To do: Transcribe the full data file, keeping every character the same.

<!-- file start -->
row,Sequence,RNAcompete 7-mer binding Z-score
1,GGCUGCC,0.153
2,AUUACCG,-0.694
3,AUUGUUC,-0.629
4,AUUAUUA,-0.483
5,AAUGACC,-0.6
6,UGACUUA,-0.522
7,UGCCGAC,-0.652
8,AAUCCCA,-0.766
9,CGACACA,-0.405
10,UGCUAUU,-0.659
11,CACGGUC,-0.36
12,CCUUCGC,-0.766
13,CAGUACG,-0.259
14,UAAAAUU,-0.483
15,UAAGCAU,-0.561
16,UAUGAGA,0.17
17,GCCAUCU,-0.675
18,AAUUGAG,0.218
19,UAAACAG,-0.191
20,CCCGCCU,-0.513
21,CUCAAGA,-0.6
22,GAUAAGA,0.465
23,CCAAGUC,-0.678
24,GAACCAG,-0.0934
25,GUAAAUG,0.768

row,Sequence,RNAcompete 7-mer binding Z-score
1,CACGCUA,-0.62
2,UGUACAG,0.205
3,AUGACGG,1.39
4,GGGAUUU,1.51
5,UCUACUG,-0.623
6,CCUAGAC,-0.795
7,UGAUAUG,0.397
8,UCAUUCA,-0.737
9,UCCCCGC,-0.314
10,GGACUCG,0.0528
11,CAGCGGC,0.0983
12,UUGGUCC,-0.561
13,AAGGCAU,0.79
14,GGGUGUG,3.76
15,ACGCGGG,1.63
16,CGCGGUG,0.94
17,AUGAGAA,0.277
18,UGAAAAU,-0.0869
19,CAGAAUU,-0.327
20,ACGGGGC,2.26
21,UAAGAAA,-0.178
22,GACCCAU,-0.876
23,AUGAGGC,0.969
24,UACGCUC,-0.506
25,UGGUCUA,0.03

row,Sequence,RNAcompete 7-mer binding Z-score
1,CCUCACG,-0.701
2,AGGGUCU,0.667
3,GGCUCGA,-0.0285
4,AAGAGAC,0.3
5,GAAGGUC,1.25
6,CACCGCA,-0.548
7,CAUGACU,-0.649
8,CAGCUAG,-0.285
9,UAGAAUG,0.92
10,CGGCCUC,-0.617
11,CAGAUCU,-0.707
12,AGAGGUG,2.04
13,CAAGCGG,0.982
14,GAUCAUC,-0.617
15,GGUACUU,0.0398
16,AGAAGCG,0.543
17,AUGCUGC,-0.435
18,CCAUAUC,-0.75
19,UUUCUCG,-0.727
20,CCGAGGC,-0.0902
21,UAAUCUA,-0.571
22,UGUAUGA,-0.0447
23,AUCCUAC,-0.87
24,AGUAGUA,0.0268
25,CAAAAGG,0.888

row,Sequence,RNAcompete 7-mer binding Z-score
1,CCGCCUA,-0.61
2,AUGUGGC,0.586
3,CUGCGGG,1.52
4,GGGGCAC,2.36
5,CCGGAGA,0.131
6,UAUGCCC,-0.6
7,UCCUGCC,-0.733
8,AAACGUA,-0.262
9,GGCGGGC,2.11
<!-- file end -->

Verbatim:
row,Sequence,RNAcompete 7-mer binding Z-score
1,GGCUGCC,0.153
2,AUUACCG,-0.694
3,AUUGUUC,-0.629
4,AUUAUUA,-0.483
5,AAUGACC,-0.6
6,UGACUUA,-0.522
7,UGCCGAC,-0.652
8,AAUCCCA,-0.766
9,CGACACA,-0.405
10,UGCUAUU,-0.659
11,CACGGUC,-0.36
12,CCUUCGC,-0.766
13,CAGUACG,-0.259
14,UAAAAUU,-0.483
15,UAAGCAU,-0.561
16,UAUGAGA,0.17
17,GCCAUCU,-0.675
18,AAUUGAG,0.218
19,UAAACAG,-0.191
20,CCCGCCU,-0.513
21,CUCAAGA,-0.6
22,GAUAAGA,0.465
23,CCAAGUC,-0.678
24,GAACCAG,-0.0934
25,GUAAAUG,0.768

row,Sequence,RNAcompete 7-mer binding Z-score
1,CACGCUA,-0.62
2,UGUACAG,0.205
3,AUGACGG,1.39
4,GGGAUUU,1.51
5,UCUACUG,-0.623
6,CCUAGAC,-0.795
7,UGAUAUG,0.397
8,UCAUUCA,-0.737
9,UCCCCGC,-0.314
10,GGACUCG,0.0528
11,CAGCGGC,0.0983
12,UUGGUCC,-0.561
13,AAGGCAU,0.79
14,GGGUGUG,3.76
15,ACGCGGG,1.63
16,CGCGGUG,0.94
17,AUGAGAA,0.277
18,UGAAAAU,-0.0869
19,CAGAAUU,-0.327
20,ACGGGGC,2.26
21,UAAGAAA,-0.178
22,GACCCAU,-0.876
23,AUGAGGC,0.969
24,UACGCUC,-0.506
25,UGGUCUA,0.03

row,Sequence,RNAcompete 7-mer binding Z-score
1,CCUCACG,-0.701
2,AGGGUCU,0.667
3,GGCUCGA,-0.0285
4,AAGAGAC,0.3
5,GAAGGUC,1.25
6,CACCGCA,-0.548
7,CAUGACU,-0.649
8,CAGCUAG,-0.285
9,UAGAAUG,0.92
10,CGGCCUC,-0.617
11,CAGAUCU,-0.707
12,AGAGGUG,2.04
13,CAAGCGG,0.982
14,GAUCAUC,-0.617
15,GGUACUU,0.0398
16,AGAAGCG,0.543
17,AUGCUGC,-0.435
18,CCAUAUC,-0.75
19,UUUCUCG,-0.727
20,CCGAGGC,-0.0902
21,UAAUCUA,-0.571
22,UGUAUGA,-0.0447
23,AUCCUAC,-0.87
24,AGUAGUA,0.0268
25,CAAAAGG,0.888

row,Sequence,RNAcompete 7-mer binding Z-score
1,CCGCCUA,-0.61
2,AUGUGGC,0.586
3,CUGCGGG,1.52
4,GGGGCAC,2.36
5,CCGGAGA,0.131
6,UAUGCCC,-0.6
7,UCCUGCC,-0.733
8,AAACGUA,-0.262
9,GGCGGGC,2.11